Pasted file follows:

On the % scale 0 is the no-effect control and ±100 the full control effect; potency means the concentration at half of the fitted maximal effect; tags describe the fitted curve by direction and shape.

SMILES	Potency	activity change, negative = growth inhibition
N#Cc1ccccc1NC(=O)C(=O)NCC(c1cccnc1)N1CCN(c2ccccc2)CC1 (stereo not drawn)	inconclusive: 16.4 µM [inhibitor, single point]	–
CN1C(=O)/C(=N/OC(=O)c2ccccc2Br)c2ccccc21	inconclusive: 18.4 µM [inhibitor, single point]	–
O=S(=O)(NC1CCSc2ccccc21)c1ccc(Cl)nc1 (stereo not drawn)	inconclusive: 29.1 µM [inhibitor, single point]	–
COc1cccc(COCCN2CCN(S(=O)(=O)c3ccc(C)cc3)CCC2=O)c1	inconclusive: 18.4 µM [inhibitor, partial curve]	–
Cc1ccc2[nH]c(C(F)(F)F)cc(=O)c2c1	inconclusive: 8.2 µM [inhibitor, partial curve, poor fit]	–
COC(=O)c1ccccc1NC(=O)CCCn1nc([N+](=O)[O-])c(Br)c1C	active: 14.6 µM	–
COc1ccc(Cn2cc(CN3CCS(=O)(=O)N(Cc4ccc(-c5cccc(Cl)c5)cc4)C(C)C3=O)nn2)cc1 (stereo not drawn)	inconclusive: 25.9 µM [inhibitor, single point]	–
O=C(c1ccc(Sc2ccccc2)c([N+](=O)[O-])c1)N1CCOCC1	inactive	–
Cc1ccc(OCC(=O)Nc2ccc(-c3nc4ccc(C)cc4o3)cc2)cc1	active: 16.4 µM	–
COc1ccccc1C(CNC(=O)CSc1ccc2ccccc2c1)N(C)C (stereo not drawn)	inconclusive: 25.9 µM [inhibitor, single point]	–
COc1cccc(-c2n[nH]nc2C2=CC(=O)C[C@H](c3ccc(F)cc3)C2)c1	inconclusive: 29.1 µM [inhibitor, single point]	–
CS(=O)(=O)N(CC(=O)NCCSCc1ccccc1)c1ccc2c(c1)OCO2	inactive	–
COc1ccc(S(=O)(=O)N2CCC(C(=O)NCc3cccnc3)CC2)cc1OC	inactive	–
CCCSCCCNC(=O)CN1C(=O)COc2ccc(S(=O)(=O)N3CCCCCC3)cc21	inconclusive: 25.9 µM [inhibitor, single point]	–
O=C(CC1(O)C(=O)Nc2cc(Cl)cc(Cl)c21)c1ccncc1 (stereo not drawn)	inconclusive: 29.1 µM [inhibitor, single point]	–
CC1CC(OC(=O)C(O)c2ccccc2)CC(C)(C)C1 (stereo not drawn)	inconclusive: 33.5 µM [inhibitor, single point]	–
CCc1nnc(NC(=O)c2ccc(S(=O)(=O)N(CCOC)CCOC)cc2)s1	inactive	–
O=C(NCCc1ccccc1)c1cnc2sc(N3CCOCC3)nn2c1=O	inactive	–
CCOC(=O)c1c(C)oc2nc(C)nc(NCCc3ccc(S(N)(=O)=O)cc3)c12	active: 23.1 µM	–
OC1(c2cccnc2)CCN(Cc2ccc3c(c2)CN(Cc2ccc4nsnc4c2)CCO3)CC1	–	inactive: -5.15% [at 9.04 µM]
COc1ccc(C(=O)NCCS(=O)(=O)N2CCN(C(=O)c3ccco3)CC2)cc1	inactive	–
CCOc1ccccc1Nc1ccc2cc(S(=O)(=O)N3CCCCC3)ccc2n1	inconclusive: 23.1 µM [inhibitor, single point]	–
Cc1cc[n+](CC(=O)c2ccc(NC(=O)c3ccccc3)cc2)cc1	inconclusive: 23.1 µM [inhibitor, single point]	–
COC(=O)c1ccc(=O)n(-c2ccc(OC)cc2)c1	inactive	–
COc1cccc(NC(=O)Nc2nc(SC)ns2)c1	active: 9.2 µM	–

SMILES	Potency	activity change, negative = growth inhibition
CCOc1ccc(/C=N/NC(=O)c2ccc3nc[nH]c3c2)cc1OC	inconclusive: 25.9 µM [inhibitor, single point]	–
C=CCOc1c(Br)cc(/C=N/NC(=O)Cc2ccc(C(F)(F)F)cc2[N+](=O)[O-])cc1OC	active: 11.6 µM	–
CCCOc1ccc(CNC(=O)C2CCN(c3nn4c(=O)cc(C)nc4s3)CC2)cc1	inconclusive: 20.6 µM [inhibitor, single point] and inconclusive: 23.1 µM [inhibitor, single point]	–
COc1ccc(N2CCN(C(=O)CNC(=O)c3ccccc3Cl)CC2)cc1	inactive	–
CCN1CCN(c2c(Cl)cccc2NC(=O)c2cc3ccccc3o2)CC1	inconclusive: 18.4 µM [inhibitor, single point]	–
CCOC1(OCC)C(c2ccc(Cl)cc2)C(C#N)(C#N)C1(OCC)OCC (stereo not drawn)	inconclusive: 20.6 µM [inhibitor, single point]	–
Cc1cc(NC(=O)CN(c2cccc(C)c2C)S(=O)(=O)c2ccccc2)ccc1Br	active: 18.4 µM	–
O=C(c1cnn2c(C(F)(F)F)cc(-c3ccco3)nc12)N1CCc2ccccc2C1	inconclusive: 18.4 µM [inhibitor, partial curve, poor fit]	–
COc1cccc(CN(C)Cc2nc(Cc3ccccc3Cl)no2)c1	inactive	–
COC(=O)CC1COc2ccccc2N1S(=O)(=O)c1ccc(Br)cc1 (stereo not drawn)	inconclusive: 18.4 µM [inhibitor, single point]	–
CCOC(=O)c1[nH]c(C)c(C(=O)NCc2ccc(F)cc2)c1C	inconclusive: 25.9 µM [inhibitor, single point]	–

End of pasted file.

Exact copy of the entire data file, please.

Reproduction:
On the % scale 0 is the no-effect control and ±100 the full control effect; potency means the concentration at half of the fitted maximal effect; tags describe the fitted curve by direction and shape.

SMILES	Potency	activity change, negative = growth inhibition
N#Cc1ccccc1NC(=O)C(=O)NCC(c1cccnc1)N1CCN(c2ccccc2)CC1 (stereo not drawn)	inconclusive: 16.4 µM [inhibitor, single point]	–
CN1C(=O)/C(=N/OC(=O)c2ccccc2Br)c2ccccc21	inconclusive: 18.4 µM [inhibitor, single point]	–
O=S(=O)(NC1CCSc2ccccc21)c1ccc(Cl)nc1 (stereo not drawn)	inconclusive: 29.1 µM [inhibitor, single point]	–
COc1cccc(COCCN2CCN(S(=O)(=O)c3ccc(C)cc3)CCC2=O)c1	inconclusive: 18.4 µM [inhibitor, partial curve]	–
Cc1ccc2[nH]c(C(F)(F)F)cc(=O)c2c1	inconclusive: 8.2 µM [inhibitor, partial curve, poor fit]	–
COC(=O)c1ccccc1NC(=O)CCCn1nc([N+](=O)[O-])c(Br)c1C	active: 14.6 µM	–
COc1ccc(Cn2cc(CN3CCS(=O)(=O)N(Cc4ccc(-c5cccc(Cl)c5)cc4)C(C)C3=O)nn2)cc1 (stereo not drawn)	inconclusive: 25.9 µM [inhibitor, single point]	–
O=C(c1ccc(Sc2ccccc2)c([N+](=O)[O-])c1)N1CCOCC1	inactive	–
Cc1ccc(OCC(=O)Nc2ccc(-c3nc4ccc(C)cc4o3)cc2)cc1	active: 16.4 µM	–
COc1ccccc1C(CNC(=O)CSc1ccc2ccccc2c1)N(C)C (stereo not drawn)	inconclusive: 25.9 µM [inhibitor, single point]	–
COc1cccc(-c2n[nH]nc2C2=CC(=O)C[C@H](c3ccc(F)cc3)C2)c1	inconclusive: 29.1 µM [inhibitor, single point]	–
CS(=O)(=O)N(CC(=O)NCCSCc1ccccc1)c1ccc2c(c1)OCO2	inactive	–
COc1ccc(S(=O)(=O)N2CCC(C(=O)NCc3cccnc3)CC2)cc1OC	inactive	–
CCCSCCCNC(=O)CN1C(=O)COc2ccc(S(=O)(=O)N3CCCCCC3)cc21	inconclusive: 25.9 µM [inhibitor, single point]	–
O=C(CC1(O)C(=O)Nc2cc(Cl)cc(Cl)c21)c1ccncc1 (stereo not drawn)	inconclusive: 29.1 µM [inhibitor, single point]	–
CC1CC(OC(=O)C(O)c2ccccc2)CC(C)(C)C1 (stereo not drawn)	inconclusive: 33.5 µM [inhibitor, single point]	–
CCc1nnc(NC(=O)c2ccc(S(=O)(=O)N(CCOC)CCOC)cc2)s1	inactive	–
O=C(NCCc1ccccc1)c1cnc2sc(N3CCOCC3)nn2c1=O	inactive	–
CCOC(=O)c1c(C)oc2nc(C)nc(NCCc3ccc(S(N)(=O)=O)cc3)c12	active: 23.1 µM	–
OC1(c2cccnc2)CCN(Cc2ccc3c(c2)CN(Cc2ccc4nsnc4c2)CCO3)CC1	–	inactive: -5.15% [at 9.04 µM]
COc1ccc(C(=O)NCCS(=O)(=O)N2CCN(C(=O)c3ccco3)CC2)cc1	inactive	–
CCOc1ccccc1Nc1ccc2cc(S(=O)(=O)N3CCCCC3)ccc2n1	inconclusive: 23.1 µM [inhibitor, single point]	–
Cc1cc[n+](CC(=O)c2ccc(NC(=O)c3ccccc3)cc2)cc1	inconclusive: 23.1 µM [inhibitor, single point]	–
COC(=O)c1ccc(=O)n(-c2ccc(OC)cc2)c1	inactive	–
COc1cccc(NC(=O)Nc2nc(SC)ns2)c1	active: 9.2 µM	–

SMILES	Potency	activity change, negative = growth inhibition
CCOc1ccc(/C=N/NC(=O)c2ccc3nc[nH]c3c2)cc1OC	inconclusive: 25.9 µM [inhibitor, single point]	–
C=CCOc1c(Br)cc(/C=N/NC(=O)Cc2ccc(C(F)(F)F)cc2[N+](=O)[O-])cc1OC	active: 11.6 µM	–
CCCOc1ccc(CNC(=O)C2CCN(c3nn4c(=O)cc(C)nc4s3)CC2)cc1	inconclusive: 20.6 µM [inhibitor, single point] and inconclusive: 23.1 µM [inhibitor, single point]	–
COc1ccc(N2CCN(C(=O)CNC(=O)c3ccccc3Cl)CC2)cc1	inactive	–
CCN1CCN(c2c(Cl)cccc2NC(=O)c2cc3ccccc3o2)CC1	inconclusive: 18.4 µM [inhibitor, single point]	–
CCOC1(OCC)C(c2ccc(Cl)cc2)C(C#N)(C#N)C1(OCC)OCC (stereo not drawn)	inconclusive: 20.6 µM [inhibitor, single point]	–
Cc1cc(NC(=O)CN(c2cccc(C)c2C)S(=O)(=O)c2ccccc2)ccc1Br	active: 18.4 µM	–
O=C(c1cnn2c(C(F)(F)F)cc(-c3ccco3)nc12)N1CCc2ccccc2C1	inconclusive: 18.4 µM [inhibitor, partial curve, poor fit]	–
COc1cccc(CN(C)Cc2nc(Cc3ccccc3Cl)no2)c1	inactive	–
COC(=O)CC1COc2ccccc2N1S(=O)(=O)c1ccc(Br)cc1 (stereo not drawn)	inconclusive: 18.4 µM [inhibitor, single point]	–
CCOC(=O)c1[nH]c(C)c(C(=O)NCc2ccc(F)cc2)c1C	inconclusive: 25.9 µM [inhibitor, single point]	–